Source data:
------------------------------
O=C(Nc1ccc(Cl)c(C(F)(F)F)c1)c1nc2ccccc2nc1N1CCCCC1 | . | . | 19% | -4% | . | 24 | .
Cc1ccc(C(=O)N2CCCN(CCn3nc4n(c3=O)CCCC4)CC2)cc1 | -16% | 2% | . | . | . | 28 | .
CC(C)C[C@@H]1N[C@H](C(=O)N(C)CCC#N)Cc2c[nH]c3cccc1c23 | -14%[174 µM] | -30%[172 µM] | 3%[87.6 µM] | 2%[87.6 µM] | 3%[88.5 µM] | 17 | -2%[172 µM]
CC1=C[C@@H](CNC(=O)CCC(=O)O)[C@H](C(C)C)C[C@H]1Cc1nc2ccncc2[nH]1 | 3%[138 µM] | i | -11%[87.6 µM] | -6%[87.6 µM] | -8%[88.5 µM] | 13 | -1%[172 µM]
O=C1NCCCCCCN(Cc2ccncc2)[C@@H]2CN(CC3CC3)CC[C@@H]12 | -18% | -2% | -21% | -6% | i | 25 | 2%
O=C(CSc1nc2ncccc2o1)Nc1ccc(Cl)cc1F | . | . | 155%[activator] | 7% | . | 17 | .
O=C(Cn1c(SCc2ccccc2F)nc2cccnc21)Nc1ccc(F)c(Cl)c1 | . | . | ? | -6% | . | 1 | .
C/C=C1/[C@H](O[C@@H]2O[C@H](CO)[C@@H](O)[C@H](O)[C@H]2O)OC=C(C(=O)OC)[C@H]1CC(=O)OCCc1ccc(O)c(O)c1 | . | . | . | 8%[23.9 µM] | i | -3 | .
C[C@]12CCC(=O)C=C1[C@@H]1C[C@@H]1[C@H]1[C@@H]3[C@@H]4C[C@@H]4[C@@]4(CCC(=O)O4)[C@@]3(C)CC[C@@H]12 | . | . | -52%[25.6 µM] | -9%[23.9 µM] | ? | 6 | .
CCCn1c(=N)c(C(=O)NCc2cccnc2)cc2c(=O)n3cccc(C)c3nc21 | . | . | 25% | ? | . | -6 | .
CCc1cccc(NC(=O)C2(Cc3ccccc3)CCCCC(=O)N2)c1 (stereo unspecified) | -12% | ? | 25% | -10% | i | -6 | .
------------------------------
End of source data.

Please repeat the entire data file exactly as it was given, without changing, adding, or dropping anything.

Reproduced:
O=C(Nc1ccc(Cl)c(C(F)(F)F)c1)c1nc2ccccc2nc1N1CCCCC1 | . | . | 19% | -4% | . | 24 | .
Cc1ccc(C(=O)N2CCCN(CCn3nc4n(c3=O)CCCC4)CC2)cc1 | -16% | 2% | . | . | . | 28 | .
CC(C)C[C@@H]1N[C@H](C(=O)N(C)CCC#N)Cc2c[nH]c3cccc1c23 | -14%[174 µM] | -30%[172 µM] | 3%[87.6 µM] | 2%[87.6 µM] | 3%[88.5 µM] | 17 | -2%[172 µM]
CC1=C[C@@H](CNC(=O)CCC(=O)O)[C@H](C(C)C)C[C@H]1Cc1nc2ccncc2[nH]1 | 3%[138 µM] | i | -11%[87.6 µM] | -6%[87.6 µM] | -8%[88.5 µM] | 13 | -1%[172 µM]
O=C1NCCCCCCN(Cc2ccncc2)[C@@H]2CN(CC3CC3)CC[C@@H]12 | -18% | -2% | -21% | -6% | i | 25 | 2%
O=C(CSc1nc2ncccc2o1)Nc1ccc(Cl)cc1F | . | . | 155%[activator] | 7% | . | 17 | .
O=C(Cn1c(SCc2ccccc2F)nc2cccnc21)Nc1ccc(F)c(Cl)c1 | . | . | ? | -6% | . | 1 | .
C/C=C1/[C@H](O[C@@H]2O[C@H](CO)[C@@H](O)[C@H](O)[C@H]2O)OC=C(C(=O)OC)[C@H]1CC(=O)OCCc1ccc(O)c(O)c1 | . | . | . | 8%[23.9 µM] | i | -3 | .
C[C@]12CCC(=O)C=C1[C@@H]1C[C@@H]1[C@H]1[C@@H]3[C@@H]4C[C@@H]4[C@@]4(CCC(=O)O4)[C@@]3(C)CC[C@@H]12 | . | . | -52%[25.6 µM] | -9%[23.9 µM] | ? | 6 | .
CCCn1c(=N)c(C(=O)NCc2cccnc2)cc2c(=O)n3cccc(C)c3nc21 | . | . | 25% | ? | . | -6 | .
CCc1cccc(NC(=O)C2(Cc3ccccc3)CCCCC(=O)N2)c1 (stereo unspecified) | -12% | ? | 25% | -10% | i | -6 | .